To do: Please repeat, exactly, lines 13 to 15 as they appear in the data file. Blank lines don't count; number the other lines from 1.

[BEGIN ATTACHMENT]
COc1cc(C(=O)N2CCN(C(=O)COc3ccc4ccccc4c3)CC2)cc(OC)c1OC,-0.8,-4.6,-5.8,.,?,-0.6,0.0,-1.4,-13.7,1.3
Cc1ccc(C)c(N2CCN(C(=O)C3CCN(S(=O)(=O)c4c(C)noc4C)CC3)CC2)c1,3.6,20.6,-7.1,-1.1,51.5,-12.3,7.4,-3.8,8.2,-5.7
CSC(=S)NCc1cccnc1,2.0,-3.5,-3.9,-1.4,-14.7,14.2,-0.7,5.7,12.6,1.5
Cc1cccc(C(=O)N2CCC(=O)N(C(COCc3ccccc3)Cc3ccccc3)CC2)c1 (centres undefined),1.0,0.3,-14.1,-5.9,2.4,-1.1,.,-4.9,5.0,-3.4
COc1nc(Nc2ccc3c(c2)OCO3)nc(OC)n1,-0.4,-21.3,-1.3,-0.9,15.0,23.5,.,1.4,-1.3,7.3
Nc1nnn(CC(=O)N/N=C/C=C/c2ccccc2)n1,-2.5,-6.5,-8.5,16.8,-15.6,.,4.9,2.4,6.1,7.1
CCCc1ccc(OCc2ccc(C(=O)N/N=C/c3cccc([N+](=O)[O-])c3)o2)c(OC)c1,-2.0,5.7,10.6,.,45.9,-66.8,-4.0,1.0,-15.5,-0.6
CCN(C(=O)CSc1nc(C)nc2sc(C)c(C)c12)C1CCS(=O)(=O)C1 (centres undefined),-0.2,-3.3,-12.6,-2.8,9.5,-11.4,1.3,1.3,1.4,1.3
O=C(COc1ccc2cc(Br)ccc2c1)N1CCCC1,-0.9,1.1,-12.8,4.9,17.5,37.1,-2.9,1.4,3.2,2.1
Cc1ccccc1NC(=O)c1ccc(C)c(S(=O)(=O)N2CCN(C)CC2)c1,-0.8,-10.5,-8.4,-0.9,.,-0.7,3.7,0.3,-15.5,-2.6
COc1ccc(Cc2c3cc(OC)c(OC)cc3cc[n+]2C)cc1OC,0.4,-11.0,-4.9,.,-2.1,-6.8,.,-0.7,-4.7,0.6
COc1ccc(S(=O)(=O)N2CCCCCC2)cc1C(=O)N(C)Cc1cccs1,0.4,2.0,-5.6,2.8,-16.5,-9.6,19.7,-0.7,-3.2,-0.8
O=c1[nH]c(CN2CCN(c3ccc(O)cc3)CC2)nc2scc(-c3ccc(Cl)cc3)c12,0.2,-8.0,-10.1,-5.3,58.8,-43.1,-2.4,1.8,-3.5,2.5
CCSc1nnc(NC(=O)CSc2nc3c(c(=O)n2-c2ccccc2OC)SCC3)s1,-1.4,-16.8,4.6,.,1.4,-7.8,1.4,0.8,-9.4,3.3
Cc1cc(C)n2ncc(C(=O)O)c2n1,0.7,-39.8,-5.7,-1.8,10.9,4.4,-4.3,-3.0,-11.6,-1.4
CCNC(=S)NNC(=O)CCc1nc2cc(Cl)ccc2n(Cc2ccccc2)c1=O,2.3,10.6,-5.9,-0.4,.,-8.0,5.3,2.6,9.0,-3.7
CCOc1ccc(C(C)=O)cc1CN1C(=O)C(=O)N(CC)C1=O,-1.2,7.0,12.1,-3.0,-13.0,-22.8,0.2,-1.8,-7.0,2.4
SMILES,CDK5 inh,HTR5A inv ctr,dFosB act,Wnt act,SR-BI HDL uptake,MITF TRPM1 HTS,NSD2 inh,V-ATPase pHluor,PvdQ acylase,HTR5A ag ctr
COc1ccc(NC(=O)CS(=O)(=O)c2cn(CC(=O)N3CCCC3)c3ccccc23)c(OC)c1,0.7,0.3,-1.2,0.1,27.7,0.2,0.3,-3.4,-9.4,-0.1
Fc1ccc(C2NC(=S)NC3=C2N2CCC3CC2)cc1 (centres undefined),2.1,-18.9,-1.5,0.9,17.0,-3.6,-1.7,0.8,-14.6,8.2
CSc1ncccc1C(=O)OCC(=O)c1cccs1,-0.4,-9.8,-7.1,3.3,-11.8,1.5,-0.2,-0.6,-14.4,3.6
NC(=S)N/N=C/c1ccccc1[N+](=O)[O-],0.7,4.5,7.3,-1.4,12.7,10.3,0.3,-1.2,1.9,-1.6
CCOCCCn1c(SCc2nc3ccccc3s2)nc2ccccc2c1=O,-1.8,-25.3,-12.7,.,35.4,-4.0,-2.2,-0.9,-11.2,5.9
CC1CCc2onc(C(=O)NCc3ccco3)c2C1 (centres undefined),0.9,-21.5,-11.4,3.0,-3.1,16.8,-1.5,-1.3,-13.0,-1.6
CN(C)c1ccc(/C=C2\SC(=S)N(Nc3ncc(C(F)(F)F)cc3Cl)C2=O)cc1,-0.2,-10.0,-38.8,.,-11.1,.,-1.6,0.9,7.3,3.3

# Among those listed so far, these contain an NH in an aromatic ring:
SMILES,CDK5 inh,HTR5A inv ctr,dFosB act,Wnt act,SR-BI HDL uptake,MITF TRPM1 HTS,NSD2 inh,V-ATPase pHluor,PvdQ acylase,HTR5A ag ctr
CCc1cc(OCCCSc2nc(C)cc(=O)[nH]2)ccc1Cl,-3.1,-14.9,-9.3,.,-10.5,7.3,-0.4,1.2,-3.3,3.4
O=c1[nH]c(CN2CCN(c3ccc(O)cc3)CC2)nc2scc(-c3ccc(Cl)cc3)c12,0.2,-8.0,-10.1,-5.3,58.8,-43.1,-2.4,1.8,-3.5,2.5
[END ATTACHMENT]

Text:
O=c1[nH]c(CN2CCN(c3ccc(O)cc3)CC2)nc2scc(-c3ccc(Cl)cc3)c12,0.2,-8.0,-10.1,-5.3,58.8,-43.1,-2.4,1.8,-3.5,2.5
CCSc1nnc(NC(=O)CSc2nc3c(c(=O)n2-c2ccccc2OC)SCC3)s1,-1.4,-16.8,4.6,.,1.4,-7.8,1.4,0.8,-9.4,3.3
Cc1cc(C)n2ncc(C(=O)O)c2n1,0.7,-39.8,-5.7,-1.8,10.9,4.4,-4.3,-3.0,-11.6,-1.4